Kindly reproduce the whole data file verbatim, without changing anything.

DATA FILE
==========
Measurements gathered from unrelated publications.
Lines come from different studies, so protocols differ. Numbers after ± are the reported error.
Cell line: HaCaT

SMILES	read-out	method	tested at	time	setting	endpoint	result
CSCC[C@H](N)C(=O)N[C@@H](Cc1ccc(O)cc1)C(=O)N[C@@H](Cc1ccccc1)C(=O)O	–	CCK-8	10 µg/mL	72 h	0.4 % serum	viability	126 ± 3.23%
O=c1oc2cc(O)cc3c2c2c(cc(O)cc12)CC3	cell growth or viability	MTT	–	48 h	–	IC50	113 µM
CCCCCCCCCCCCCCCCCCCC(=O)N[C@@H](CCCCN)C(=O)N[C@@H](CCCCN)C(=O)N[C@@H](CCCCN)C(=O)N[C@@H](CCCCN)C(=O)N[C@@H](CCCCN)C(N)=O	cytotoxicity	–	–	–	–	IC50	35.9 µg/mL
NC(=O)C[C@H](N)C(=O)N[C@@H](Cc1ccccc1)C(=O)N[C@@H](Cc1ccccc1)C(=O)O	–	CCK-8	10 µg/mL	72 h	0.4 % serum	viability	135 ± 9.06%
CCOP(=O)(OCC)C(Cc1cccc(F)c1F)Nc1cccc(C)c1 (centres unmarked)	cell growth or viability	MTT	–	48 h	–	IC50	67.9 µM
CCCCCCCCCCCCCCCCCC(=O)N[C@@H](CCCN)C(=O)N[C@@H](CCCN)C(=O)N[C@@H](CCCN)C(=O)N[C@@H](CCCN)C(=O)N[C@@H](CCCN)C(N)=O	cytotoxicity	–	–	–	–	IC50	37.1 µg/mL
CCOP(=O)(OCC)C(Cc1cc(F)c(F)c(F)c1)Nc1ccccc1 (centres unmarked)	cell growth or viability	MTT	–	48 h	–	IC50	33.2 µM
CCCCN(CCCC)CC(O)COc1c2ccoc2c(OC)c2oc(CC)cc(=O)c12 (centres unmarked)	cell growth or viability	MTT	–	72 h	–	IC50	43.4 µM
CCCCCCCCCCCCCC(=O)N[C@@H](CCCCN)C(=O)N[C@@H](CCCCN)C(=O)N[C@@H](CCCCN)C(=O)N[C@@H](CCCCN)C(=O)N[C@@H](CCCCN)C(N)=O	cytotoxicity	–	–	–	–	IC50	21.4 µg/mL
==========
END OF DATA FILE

Measurements gathered from unrelated publications.
Lines come from different studies, so protocols differ. Numbers after ± are the reported error.
Cell line: HaCaT

SMILES	read-out	method	tested at	time	setting	endpoint	result
CSCC[C@H](N)C(=O)N[C@@H](Cc1ccc(O)cc1)C(=O)N[C@@H](Cc1ccccc1)C(=O)O	–	CCK-8	10 µg/mL	72 h	0.4 % serum	viability	126 ± 3.23%
O=c1oc2cc(O)cc3c2c2c(cc(O)cc12)CC3	cell growth or viability	MTT	–	48 h	–	IC50	113 µM
CCCCCCCCCCCCCCCCCCCC(=O)N[C@@H](CCCCN)C(=O)N[C@@H](CCCCN)C(=O)N[C@@H](CCCCN)C(=O)N[C@@H](CCCCN)C(=O)N[C@@H](CCCCN)C(N)=O	cytotoxicity	–	–	–	–	IC50	35.9 µg/mL
NC(=O)C[C@H](N)C(=O)N[C@@H](Cc1ccccc1)C(=O)N[C@@H](Cc1ccccc1)C(=O)O	–	CCK-8	10 µg/mL	72 h	0.4 % serum	viability	135 ± 9.06%
CCOP(=O)(OCC)C(Cc1cccc(F)c1F)Nc1cccc(C)c1 (centres unmarked)	cell growth or viability	MTT	–	48 h	–	IC50	67.9 µM
CCCCCCCCCCCCCCCCCC(=O)N[C@@H](CCCN)C(=O)N[C@@H](CCCN)C(=O)N[C@@H](CCCN)C(=O)N[C@@H](CCCN)C(=O)N[C@@H](CCCN)C(N)=O	cytotoxicity	–	–	–	–	IC50	37.1 µg/mL
CCOP(=O)(OCC)C(Cc1cc(F)c(F)c(F)c1)Nc1ccccc1 (centres unmarked)	cell growth or viability	MTT	–	48 h	–	IC50	33.2 µM
CCCCN(CCCC)CC(O)COc1c2ccoc2c(OC)c2oc(CC)cc(=O)c12 (centres unmarked)	cell growth or viability	MTT	–	72 h	–	IC50	43.4 µM
CCCCCCCCCCCCCC(=O)N[C@@H](CCCCN)C(=O)N[C@@H](CCCCN)C(=O)N[C@@H](CCCCN)C(=O)N[C@@H](CCCCN)C(=O)N[C@@H](CCCCN)C(N)=O	cytotoxicity	–	–	–	–	IC50	21.4 µg/mL